All climate models agree that climate change is altering the water cycle, and scientists are also warning that the water crisis could be much worse than expected in many parts of the world. In France, for example, the Bureau des recherches géologiques et minières reports that groundwater levels are already at worrying levels in several regions, implying that the underground situation will be worse in 2023 than in 2022 and could get even worse if rain does not return in abundance.
Researchers from the Technical University of Vienna in Austria have published results that confirm the critical situation above ground. The impact of climate change on the availability of water resources in many parts of the world is worse than previously predicted by models.
This impact, well documented at the global level of the atmosphere, remains difficult to predict at the local level, on rivers and water resources, even if some stations have already made it possible to study the link between precipitation, temperatures and water availability.
However, it is not possible to draw global conclusions from these local observations because the water balance of a basin depends on external variables that vary from one place to another, including the role of vegetation. It is therefore difficult to set up a simple physical model to calculate the different interrelationships around the world. The researchers analyzed data from more than 9,500 watersheds around the world, sometimes going back decades to see how water availability has changed over time, while external conditions have also changed.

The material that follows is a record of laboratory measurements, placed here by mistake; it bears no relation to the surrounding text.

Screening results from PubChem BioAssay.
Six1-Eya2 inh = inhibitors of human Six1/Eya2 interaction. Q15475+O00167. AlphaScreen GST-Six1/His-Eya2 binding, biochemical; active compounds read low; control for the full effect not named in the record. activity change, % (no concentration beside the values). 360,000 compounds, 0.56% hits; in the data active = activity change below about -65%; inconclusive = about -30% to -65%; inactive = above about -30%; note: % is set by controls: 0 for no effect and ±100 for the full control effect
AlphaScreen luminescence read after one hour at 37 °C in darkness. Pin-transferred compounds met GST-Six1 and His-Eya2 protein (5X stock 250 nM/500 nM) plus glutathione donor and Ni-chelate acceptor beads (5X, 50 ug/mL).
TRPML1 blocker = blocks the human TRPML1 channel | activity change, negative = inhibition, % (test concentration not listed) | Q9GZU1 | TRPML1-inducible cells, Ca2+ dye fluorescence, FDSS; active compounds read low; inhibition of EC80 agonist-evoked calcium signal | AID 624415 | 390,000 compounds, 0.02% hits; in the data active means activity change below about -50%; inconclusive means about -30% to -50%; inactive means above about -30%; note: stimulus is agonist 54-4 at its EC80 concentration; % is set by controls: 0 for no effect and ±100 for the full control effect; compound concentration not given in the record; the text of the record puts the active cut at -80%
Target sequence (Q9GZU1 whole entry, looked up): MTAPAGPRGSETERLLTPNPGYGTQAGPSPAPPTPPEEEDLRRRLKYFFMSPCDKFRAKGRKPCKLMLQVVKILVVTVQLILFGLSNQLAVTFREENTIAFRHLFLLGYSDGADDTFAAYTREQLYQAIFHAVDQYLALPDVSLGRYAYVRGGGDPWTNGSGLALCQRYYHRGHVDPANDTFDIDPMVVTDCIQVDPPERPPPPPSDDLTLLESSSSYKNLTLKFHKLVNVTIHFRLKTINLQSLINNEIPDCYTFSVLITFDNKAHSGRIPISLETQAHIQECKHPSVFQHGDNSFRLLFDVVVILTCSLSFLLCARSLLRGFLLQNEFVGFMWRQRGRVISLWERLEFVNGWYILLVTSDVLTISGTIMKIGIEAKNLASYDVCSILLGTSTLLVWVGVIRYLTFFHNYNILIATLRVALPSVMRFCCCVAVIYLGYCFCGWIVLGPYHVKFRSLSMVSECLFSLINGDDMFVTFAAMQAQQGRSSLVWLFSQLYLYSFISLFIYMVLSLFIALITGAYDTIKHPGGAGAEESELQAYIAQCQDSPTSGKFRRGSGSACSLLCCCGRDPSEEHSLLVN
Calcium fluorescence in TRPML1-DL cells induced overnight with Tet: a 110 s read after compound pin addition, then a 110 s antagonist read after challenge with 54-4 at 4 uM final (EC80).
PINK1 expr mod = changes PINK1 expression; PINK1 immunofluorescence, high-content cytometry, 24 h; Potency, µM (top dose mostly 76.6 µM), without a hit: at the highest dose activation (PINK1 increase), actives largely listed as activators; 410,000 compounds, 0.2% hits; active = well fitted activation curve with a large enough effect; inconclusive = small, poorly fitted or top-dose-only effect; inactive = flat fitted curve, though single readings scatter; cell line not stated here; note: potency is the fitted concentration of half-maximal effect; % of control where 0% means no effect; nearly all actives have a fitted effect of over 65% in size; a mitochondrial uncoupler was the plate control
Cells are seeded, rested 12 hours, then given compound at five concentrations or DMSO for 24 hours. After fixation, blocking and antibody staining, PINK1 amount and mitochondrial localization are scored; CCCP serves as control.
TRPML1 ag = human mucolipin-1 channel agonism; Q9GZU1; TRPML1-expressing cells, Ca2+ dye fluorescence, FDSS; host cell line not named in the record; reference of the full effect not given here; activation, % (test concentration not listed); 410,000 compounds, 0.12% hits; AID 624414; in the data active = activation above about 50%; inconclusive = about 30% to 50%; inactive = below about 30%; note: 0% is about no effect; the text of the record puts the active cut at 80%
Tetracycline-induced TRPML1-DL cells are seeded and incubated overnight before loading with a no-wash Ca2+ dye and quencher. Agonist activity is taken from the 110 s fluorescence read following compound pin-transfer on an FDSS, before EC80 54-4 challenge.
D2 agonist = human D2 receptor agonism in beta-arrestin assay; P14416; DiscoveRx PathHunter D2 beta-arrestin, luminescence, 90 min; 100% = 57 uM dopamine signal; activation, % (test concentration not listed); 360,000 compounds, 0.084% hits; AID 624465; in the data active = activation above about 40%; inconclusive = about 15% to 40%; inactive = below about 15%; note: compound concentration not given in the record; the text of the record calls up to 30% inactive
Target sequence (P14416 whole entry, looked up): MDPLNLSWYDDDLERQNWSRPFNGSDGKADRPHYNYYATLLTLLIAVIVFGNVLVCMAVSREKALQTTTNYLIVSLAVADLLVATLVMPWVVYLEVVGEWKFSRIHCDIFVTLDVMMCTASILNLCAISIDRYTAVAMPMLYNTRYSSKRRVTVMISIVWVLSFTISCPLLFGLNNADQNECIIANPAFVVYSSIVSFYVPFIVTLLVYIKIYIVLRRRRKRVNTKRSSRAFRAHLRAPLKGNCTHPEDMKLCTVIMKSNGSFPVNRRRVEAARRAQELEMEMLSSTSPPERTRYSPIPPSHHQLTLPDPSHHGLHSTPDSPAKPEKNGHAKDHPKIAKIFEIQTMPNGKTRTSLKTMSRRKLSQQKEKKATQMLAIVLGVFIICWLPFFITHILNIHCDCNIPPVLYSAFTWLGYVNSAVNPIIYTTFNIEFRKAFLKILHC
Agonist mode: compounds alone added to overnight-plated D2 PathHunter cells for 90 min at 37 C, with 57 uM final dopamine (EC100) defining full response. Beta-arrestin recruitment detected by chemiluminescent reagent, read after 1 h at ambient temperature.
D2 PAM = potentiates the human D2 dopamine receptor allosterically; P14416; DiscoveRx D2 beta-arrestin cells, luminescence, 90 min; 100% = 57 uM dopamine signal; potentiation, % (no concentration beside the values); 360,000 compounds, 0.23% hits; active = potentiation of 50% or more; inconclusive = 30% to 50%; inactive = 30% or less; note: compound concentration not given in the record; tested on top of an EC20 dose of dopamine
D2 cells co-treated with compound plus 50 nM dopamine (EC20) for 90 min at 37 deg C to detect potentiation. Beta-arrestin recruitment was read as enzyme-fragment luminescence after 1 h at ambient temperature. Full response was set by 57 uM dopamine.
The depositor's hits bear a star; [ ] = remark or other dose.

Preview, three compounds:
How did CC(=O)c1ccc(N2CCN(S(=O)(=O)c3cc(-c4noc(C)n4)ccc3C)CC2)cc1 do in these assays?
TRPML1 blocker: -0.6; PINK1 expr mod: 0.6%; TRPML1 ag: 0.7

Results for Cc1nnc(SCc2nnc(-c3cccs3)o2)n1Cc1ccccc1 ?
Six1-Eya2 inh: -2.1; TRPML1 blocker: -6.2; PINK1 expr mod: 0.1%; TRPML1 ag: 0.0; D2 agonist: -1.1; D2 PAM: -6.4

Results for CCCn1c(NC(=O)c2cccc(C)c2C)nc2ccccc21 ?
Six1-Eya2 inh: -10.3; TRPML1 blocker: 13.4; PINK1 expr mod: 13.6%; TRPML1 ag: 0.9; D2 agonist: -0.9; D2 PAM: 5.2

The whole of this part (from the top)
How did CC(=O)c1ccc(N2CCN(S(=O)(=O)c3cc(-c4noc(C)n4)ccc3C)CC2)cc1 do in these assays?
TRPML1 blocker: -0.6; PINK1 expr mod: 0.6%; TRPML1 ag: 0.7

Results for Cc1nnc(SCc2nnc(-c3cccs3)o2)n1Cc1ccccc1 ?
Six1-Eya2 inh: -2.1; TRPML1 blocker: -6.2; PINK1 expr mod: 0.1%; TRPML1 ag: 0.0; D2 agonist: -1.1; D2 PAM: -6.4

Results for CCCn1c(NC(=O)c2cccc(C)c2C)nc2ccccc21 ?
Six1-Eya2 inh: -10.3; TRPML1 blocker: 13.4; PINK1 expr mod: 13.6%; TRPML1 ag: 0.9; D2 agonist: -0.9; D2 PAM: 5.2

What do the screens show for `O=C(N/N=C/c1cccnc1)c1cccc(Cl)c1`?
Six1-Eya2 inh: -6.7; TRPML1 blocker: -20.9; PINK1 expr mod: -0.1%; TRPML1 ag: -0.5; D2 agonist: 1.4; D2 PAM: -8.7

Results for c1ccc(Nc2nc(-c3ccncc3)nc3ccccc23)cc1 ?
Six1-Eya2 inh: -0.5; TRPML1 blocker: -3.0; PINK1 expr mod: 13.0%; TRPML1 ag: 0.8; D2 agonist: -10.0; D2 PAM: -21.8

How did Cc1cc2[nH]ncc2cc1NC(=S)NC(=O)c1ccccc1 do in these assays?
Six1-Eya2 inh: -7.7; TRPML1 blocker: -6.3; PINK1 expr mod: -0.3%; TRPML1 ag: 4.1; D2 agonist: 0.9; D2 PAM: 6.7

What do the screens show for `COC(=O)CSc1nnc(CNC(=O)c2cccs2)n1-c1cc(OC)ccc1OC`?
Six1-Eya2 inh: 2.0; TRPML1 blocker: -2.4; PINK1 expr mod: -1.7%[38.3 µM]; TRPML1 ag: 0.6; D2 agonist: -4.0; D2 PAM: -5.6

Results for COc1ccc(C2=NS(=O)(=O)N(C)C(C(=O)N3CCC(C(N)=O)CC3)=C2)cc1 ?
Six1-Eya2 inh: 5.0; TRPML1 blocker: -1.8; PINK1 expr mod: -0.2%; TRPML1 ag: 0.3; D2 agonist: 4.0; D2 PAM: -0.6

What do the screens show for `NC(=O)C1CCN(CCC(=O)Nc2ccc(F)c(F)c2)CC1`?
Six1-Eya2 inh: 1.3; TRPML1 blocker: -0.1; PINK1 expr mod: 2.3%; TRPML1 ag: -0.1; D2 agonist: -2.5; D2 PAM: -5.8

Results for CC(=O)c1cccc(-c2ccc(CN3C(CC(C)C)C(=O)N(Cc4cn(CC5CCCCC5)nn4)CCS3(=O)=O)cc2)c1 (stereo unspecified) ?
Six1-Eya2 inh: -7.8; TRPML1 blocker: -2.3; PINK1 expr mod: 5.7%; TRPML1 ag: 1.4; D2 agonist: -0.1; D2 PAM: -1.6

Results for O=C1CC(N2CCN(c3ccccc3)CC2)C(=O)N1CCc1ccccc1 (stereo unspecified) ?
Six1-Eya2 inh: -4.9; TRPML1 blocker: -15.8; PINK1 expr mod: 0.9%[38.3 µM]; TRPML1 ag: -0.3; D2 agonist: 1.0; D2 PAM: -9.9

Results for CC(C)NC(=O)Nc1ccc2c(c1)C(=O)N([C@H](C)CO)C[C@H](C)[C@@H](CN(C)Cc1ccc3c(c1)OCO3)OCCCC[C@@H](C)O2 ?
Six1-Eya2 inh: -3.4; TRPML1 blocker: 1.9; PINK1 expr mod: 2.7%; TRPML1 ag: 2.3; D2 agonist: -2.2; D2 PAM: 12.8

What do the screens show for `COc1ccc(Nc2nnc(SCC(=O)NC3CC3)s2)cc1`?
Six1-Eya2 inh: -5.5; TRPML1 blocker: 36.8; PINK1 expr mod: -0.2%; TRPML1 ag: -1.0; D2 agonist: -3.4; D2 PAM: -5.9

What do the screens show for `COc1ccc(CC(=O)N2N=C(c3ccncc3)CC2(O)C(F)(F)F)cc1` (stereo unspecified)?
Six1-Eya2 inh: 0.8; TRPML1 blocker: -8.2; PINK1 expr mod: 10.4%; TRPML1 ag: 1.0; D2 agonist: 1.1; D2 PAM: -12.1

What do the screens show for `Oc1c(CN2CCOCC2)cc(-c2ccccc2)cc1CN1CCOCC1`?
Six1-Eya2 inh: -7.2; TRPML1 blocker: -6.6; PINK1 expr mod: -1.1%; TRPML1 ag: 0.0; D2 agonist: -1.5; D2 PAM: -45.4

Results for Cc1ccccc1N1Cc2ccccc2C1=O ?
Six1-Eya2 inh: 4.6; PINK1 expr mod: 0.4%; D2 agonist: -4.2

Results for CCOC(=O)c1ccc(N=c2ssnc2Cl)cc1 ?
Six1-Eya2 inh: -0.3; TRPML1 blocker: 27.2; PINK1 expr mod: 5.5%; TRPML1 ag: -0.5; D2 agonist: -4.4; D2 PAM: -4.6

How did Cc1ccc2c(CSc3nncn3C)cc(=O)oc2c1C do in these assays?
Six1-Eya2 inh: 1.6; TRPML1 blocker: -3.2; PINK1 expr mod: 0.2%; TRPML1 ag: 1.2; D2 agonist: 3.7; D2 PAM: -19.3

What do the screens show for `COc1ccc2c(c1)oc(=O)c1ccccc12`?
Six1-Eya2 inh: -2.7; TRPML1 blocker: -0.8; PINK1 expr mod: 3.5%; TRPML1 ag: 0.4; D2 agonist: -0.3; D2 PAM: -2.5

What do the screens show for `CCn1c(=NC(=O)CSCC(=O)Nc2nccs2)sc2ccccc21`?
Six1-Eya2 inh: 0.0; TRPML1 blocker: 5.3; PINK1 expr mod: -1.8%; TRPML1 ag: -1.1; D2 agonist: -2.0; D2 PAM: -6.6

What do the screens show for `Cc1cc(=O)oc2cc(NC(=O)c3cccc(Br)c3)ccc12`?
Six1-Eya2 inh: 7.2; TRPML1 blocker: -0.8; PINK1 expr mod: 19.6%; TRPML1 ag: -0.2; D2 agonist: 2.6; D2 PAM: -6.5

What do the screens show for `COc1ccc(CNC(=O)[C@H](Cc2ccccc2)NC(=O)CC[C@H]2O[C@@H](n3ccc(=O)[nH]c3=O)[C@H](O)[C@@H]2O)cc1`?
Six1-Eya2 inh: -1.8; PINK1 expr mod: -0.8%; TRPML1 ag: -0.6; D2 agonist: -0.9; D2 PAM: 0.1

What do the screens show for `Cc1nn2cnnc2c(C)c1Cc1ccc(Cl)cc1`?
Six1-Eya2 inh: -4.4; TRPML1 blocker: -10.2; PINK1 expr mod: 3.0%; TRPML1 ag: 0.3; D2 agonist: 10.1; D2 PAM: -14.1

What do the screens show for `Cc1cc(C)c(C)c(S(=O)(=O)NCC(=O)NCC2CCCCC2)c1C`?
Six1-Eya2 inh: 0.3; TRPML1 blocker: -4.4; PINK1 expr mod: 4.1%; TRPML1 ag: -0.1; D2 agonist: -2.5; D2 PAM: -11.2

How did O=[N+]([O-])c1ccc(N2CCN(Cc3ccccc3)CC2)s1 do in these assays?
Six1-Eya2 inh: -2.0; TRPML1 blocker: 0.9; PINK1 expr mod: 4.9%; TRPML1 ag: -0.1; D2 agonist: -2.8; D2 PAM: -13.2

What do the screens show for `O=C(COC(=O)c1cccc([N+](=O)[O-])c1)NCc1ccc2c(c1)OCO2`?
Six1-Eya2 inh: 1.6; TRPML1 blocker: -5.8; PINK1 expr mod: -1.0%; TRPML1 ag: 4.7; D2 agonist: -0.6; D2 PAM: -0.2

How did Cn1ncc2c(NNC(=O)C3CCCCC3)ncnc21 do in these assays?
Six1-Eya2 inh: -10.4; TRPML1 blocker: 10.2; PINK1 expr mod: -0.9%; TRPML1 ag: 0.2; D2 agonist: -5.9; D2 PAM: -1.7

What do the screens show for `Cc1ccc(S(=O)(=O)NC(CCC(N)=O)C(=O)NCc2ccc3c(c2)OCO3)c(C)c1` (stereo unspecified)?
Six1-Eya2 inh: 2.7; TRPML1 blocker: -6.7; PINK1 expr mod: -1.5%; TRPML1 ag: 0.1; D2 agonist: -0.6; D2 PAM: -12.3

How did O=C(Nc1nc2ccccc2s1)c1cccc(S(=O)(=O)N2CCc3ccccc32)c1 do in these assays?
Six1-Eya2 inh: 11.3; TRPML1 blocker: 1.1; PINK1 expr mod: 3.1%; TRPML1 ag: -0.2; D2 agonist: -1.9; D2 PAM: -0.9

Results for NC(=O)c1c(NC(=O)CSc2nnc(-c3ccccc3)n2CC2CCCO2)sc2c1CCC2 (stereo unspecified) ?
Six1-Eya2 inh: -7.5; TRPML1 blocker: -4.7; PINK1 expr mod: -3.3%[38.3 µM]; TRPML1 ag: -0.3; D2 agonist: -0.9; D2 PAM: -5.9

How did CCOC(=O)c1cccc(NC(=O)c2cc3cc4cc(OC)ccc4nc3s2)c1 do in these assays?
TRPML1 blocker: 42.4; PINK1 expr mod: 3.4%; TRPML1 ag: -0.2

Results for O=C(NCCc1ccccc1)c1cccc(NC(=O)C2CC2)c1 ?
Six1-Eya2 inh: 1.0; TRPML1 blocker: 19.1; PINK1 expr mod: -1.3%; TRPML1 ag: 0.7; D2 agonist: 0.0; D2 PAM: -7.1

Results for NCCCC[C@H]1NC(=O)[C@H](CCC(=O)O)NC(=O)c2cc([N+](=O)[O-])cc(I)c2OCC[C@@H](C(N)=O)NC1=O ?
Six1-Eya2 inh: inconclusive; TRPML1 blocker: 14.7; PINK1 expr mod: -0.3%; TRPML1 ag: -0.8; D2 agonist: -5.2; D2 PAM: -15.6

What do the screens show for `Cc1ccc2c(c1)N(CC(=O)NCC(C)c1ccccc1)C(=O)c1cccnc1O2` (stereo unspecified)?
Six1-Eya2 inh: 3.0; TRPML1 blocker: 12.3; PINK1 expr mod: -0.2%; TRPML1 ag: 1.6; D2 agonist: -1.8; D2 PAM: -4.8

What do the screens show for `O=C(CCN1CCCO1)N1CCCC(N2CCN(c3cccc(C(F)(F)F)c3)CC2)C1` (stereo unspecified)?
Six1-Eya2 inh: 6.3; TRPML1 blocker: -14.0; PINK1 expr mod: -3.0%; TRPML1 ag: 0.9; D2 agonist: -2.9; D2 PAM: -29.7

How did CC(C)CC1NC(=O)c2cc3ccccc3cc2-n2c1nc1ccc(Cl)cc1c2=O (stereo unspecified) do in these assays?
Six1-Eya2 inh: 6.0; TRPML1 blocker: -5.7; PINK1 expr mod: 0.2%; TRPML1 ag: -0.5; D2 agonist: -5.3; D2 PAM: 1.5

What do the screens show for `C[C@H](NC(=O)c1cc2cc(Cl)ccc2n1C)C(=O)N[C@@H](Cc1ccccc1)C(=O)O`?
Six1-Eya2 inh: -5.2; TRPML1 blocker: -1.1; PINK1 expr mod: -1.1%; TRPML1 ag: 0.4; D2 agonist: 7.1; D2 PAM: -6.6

This information also provided insight into how changing climatic parameters have affected local water availability. The researchers were surprised to find a much stronger link between precipitation and the amount of water in the rivers than predicted by climate models. One of the reasons given for this discrepancy is that the models used to predict climate change did not take into account runoff measurements.
The study from the Technical University of Vienna concludes that the impact of climate change on water supply in many parts of the world may have been underestimated, especially in Africa, Australia and North America. In these regions, the new calculations show a much higher risk of water supply from 2050 onwards than that defined by the models so far.